“No Not Nothing Never: Interruption, Contradiction and Negation as a Way to Push Open the Door You Didn’t Know Was There”: A Lecture by Marie Howe on the Poem as an experience, not the record of an experience.
Marie Howe is the 2012-2014 Poet Laureate of New York State and an award-winning author of three volumes of poetry. Her most recent book, The Kingdom of Ordinary Time (2008) was a finalist for the Los Angeles Times Book Prize. Other titles include What the Living Do (1997), which was praised by Publisher’s Weekly as one of the five best poetry collections of the year, and The Good Thief (1988), selected by Margaret Atwood for the 1987 National Poetry Series. Howe also co-edited (with Michael Klein) the essay anthology In the Company of My Solitude: American Writing from the AIDS Pandemic (1994).
Having earned her M.F.A. from Columbia University in 1983, Howe was chosen by Stanley Kunitz for the Lavan Younger Poets Award from the Academy of American Poets in 1988, with Kunitz referring to her poetry as “luminous, intense, and eloquent, rooted in an abundant inner life.” She was a fellow at the Bunting Institute at Radcliffe College and the Fine Arts Work Center, and she has also been the recipient of Guggenheim and National Endowment for the Arts fellowships. Howe teaches at Sarah Lawrence College, Columbia University, and New York University.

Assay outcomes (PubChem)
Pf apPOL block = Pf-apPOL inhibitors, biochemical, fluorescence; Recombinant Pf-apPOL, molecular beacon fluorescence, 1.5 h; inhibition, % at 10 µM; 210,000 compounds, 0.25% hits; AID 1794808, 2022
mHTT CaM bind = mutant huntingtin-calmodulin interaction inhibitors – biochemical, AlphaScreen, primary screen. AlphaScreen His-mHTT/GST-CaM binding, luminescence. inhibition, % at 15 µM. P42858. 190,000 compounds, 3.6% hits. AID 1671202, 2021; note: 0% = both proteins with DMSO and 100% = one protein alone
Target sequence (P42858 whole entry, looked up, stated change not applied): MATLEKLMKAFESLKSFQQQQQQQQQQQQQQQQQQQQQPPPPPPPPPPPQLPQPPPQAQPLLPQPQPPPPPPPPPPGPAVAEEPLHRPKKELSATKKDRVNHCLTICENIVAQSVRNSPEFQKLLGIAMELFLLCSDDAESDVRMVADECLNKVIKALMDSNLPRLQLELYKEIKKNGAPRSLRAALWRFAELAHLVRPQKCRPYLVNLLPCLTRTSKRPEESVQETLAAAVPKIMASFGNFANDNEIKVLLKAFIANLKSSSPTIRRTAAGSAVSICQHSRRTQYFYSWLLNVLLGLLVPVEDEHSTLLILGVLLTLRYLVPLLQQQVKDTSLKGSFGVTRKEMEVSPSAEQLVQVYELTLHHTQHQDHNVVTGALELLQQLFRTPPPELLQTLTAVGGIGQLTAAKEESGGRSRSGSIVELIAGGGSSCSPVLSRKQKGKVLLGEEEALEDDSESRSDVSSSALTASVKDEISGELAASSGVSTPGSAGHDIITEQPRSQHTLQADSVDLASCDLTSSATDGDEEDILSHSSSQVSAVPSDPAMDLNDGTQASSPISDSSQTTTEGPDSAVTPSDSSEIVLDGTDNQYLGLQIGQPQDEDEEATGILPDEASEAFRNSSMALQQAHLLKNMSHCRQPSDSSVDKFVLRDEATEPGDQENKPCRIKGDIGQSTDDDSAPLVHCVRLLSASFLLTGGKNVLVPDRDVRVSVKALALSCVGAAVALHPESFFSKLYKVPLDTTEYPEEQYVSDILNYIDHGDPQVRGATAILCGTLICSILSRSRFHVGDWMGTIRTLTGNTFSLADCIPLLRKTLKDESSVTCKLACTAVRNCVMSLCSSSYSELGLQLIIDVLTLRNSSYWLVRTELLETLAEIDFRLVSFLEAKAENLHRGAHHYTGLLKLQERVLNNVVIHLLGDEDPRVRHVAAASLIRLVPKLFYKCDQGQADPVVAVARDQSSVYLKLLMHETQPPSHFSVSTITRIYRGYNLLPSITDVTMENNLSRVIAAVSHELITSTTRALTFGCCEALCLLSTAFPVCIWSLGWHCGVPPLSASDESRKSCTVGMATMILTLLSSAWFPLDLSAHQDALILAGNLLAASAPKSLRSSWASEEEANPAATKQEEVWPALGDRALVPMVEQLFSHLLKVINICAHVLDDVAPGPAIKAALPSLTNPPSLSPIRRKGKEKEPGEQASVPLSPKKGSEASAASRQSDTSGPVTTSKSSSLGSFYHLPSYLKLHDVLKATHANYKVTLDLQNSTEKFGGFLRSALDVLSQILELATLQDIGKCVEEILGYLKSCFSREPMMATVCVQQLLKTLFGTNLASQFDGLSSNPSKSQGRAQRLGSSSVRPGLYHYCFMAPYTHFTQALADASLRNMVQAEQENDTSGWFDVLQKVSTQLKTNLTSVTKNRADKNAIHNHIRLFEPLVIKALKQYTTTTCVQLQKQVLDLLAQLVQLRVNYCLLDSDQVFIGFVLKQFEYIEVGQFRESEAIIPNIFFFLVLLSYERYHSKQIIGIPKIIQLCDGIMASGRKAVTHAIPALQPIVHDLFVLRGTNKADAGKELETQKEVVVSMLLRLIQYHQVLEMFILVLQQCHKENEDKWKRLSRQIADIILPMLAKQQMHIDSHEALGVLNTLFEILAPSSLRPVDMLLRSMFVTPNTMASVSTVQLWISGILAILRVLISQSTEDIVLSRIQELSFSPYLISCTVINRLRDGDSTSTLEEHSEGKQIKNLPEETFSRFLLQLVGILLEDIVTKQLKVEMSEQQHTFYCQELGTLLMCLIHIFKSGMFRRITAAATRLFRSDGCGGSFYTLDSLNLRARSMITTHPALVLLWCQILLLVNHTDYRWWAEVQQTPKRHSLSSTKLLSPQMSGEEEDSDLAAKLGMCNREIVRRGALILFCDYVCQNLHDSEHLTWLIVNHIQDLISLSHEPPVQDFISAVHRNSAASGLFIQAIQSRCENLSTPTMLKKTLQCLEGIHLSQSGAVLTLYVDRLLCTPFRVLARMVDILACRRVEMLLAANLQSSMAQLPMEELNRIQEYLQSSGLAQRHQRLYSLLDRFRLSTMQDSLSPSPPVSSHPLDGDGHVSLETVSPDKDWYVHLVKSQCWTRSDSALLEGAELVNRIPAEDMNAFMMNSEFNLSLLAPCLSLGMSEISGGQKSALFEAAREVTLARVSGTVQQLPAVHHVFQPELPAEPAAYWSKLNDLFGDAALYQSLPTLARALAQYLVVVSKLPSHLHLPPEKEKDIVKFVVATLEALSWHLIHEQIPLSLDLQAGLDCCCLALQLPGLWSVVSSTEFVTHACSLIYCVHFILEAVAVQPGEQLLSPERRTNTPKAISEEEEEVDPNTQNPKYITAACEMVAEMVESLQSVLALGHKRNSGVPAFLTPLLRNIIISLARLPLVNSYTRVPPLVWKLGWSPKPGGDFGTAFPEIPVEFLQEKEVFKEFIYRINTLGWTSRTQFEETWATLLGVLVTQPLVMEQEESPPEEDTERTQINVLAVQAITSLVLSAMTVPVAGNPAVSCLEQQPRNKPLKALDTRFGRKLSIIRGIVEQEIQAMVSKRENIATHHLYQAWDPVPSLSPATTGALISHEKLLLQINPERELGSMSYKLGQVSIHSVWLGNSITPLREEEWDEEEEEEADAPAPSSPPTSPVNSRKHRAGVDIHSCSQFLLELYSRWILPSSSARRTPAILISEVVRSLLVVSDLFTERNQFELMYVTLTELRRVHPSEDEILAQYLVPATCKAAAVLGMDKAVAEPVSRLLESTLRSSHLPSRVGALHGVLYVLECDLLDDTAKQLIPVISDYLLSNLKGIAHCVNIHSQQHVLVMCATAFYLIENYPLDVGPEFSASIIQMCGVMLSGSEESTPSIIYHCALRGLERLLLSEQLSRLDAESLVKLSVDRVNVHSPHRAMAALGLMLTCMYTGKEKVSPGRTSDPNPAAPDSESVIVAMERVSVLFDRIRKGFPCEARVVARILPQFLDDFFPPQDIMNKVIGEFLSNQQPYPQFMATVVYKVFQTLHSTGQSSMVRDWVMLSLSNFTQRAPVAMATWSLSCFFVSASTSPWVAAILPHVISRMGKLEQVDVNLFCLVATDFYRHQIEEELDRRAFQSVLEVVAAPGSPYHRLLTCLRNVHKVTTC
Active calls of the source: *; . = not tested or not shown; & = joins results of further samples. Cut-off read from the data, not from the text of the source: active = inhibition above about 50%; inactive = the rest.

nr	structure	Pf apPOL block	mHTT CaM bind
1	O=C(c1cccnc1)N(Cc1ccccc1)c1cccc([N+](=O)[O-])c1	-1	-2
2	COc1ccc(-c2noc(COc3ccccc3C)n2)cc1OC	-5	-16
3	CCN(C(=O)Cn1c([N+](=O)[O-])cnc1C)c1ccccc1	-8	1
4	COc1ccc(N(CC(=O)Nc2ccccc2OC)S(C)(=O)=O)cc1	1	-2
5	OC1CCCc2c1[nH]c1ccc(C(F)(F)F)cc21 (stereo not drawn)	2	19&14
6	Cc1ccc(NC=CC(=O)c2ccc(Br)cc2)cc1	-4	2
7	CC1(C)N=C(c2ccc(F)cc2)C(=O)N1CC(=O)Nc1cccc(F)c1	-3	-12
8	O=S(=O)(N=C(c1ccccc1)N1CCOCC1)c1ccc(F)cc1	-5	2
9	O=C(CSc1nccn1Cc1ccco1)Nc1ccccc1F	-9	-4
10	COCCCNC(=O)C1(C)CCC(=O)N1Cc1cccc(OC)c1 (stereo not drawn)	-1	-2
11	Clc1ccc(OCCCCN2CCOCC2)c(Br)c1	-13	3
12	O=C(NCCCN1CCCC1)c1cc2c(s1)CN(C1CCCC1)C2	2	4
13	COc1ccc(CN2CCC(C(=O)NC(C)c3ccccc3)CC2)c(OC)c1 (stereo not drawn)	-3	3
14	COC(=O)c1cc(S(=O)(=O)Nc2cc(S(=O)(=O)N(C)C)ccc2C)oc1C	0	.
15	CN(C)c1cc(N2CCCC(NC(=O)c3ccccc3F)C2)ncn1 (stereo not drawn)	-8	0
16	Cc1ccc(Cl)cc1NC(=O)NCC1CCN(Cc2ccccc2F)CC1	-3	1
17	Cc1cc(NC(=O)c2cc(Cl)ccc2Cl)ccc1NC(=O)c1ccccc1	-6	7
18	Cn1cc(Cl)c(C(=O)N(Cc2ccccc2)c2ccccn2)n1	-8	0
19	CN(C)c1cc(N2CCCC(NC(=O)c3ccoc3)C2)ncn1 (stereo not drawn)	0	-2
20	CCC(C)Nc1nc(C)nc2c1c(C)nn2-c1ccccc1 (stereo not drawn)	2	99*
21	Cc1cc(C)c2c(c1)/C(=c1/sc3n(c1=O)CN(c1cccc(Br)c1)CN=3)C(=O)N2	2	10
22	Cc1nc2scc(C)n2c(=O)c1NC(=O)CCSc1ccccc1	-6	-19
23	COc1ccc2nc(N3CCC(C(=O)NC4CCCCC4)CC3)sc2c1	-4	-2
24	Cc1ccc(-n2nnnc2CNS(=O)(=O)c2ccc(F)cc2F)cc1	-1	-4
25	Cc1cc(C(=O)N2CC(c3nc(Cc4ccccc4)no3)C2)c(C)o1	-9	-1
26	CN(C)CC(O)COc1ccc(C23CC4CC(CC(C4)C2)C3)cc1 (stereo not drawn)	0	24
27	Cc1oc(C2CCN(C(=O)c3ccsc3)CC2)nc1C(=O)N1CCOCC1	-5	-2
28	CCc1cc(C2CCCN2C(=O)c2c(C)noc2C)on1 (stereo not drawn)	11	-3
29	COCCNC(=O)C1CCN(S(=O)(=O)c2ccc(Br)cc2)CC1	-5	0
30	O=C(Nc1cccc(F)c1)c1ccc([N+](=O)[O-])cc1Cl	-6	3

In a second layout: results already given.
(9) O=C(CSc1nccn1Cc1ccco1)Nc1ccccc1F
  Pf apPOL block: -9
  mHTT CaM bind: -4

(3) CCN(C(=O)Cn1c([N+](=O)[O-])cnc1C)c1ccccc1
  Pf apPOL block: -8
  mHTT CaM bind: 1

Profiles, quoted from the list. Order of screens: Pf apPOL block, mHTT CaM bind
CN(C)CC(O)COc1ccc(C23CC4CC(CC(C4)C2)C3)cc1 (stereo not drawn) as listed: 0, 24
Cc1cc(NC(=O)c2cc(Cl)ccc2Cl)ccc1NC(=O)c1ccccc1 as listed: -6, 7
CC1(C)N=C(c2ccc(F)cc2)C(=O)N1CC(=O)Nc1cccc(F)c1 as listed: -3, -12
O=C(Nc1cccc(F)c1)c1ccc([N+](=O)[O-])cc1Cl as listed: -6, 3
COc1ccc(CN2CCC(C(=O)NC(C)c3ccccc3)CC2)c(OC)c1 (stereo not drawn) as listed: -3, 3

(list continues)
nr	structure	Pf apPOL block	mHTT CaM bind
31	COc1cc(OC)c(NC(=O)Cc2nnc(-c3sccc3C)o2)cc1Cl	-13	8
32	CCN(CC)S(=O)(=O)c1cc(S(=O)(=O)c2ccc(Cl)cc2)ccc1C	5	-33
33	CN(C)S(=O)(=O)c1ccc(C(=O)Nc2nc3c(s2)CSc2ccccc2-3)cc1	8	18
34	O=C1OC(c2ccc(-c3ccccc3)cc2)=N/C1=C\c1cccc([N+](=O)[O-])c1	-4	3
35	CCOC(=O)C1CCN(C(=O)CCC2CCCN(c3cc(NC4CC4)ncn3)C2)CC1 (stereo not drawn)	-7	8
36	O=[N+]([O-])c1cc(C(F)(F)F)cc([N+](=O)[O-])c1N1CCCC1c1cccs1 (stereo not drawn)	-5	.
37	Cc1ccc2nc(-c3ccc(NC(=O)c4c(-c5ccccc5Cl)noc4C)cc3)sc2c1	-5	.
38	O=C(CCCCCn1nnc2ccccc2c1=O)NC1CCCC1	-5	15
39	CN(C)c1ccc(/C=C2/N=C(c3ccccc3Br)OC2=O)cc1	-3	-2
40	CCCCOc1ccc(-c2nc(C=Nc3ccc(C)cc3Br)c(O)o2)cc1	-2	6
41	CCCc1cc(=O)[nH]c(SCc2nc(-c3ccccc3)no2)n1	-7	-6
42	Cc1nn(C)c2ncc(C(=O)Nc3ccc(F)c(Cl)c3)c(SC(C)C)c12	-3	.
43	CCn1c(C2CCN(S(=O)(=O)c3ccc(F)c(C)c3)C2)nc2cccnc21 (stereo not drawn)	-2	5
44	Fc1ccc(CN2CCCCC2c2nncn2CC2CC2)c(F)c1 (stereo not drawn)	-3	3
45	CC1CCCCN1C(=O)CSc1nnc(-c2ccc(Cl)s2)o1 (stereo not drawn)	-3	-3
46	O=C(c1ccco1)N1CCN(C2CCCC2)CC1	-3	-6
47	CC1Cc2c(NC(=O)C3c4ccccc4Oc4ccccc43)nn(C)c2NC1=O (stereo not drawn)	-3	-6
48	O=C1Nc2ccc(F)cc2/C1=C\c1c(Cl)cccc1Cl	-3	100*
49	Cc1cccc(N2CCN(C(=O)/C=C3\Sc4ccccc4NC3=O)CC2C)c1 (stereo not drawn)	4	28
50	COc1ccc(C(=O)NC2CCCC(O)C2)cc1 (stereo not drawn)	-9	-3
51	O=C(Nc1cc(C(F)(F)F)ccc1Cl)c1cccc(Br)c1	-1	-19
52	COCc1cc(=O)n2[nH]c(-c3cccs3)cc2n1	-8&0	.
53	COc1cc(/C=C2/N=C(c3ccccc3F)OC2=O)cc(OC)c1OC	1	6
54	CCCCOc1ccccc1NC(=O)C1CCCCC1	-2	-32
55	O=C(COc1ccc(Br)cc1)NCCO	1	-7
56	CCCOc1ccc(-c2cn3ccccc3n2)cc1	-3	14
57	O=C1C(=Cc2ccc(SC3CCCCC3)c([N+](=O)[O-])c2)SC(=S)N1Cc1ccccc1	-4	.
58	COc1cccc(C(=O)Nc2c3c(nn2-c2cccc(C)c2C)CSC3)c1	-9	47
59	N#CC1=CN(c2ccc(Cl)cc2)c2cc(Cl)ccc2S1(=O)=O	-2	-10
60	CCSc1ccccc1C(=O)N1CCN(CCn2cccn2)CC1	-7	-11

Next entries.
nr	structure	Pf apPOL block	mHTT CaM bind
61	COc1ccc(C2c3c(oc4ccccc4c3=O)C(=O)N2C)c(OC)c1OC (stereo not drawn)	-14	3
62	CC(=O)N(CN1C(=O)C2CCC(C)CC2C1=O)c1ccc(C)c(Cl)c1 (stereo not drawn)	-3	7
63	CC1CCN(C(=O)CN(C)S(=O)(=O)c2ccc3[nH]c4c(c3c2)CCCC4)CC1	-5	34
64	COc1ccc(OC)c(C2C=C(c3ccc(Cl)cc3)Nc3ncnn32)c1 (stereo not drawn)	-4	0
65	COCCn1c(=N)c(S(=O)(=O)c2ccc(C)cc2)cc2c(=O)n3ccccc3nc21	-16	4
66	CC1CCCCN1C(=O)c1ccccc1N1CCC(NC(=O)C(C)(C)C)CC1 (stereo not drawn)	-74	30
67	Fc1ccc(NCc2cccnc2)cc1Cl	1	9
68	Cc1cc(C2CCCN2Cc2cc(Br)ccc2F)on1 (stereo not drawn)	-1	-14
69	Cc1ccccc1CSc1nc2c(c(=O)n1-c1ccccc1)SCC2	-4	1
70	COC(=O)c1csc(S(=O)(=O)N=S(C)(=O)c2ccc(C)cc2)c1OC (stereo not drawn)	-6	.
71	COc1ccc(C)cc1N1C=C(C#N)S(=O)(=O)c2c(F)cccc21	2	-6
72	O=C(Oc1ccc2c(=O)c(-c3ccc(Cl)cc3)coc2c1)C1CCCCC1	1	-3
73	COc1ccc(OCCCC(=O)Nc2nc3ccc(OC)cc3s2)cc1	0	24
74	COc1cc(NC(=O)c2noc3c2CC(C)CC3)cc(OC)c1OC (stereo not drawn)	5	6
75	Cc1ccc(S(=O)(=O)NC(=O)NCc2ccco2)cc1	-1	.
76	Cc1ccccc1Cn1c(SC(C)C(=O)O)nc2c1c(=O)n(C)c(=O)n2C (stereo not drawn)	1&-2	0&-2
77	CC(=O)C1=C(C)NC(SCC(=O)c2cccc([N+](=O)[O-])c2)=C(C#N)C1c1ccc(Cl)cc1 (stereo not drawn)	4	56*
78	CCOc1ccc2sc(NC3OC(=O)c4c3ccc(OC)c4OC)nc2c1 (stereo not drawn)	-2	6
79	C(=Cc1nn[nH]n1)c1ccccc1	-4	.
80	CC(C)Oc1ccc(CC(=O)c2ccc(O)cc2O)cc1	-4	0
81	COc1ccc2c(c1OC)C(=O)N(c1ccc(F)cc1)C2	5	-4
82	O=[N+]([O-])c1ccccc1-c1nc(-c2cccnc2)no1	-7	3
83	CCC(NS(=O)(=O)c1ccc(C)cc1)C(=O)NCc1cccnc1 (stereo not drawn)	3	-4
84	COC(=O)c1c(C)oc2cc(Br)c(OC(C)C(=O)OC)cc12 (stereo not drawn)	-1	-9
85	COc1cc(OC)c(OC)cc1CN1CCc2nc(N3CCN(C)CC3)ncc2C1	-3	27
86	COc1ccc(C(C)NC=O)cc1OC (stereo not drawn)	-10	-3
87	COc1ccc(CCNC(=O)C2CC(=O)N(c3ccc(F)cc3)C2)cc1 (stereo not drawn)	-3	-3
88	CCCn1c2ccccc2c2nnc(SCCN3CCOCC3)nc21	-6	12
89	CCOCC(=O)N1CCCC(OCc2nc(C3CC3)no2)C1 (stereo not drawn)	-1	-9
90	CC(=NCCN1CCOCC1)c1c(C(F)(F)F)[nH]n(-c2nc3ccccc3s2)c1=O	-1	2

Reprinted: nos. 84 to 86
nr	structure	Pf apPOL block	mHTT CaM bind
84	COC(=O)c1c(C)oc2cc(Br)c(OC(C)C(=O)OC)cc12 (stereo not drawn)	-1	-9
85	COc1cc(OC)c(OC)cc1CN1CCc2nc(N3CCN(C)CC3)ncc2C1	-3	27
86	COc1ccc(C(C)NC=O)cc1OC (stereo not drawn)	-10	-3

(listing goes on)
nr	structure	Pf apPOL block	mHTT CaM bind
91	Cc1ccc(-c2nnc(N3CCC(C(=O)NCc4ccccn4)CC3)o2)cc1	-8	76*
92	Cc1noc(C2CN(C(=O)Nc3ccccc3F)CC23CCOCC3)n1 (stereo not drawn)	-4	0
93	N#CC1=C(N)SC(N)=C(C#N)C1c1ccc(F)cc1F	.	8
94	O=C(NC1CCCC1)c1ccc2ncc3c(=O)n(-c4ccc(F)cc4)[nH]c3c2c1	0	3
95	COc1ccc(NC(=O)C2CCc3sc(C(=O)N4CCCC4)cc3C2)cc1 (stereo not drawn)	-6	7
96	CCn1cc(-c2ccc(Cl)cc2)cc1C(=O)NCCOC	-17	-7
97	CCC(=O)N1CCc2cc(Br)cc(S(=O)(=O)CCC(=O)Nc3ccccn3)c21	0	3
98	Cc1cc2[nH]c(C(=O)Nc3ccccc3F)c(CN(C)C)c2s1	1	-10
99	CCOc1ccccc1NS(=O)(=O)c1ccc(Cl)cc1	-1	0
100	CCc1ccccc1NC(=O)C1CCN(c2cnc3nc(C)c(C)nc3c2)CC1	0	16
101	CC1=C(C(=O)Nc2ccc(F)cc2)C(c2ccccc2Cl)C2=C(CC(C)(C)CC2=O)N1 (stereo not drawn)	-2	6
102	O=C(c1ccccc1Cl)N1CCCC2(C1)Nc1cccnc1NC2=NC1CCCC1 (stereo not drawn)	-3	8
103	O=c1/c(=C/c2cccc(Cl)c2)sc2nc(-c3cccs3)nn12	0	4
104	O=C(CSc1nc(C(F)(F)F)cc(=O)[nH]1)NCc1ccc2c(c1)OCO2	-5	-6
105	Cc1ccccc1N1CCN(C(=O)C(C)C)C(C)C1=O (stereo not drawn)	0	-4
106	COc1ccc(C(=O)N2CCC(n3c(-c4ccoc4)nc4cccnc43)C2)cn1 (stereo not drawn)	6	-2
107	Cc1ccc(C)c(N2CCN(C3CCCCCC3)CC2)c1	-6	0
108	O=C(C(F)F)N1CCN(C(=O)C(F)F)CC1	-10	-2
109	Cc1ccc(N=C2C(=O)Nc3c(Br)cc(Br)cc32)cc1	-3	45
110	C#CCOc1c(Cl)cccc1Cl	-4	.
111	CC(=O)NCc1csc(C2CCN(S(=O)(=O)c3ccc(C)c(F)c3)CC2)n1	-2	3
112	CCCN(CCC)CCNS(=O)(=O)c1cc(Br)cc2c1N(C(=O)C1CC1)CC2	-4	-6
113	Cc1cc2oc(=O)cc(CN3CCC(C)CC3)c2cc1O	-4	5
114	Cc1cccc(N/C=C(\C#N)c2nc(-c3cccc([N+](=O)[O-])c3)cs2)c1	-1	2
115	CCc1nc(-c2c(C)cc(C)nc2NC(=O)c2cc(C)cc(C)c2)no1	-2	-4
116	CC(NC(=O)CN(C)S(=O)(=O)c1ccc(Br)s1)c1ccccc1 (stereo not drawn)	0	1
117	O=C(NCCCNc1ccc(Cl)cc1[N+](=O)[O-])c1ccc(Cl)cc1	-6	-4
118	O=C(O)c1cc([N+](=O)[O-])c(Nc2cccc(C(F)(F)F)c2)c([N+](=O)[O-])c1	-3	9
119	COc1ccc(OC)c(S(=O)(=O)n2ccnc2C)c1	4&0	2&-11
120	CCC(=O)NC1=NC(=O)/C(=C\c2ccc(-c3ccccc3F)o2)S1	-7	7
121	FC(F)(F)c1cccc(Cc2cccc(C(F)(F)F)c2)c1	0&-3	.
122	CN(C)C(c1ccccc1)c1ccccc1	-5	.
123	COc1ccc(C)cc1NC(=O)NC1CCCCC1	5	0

Tuesday, October 27, 2015, 4:30 PM
James M. Stewart ’32 Theater at 185 Nassau Street.
This event, the 2015-16 Theodore H. Holmes ’51 and Bernice Holmes Lecture presented by the Program in Creative Writing, is free and open to the public.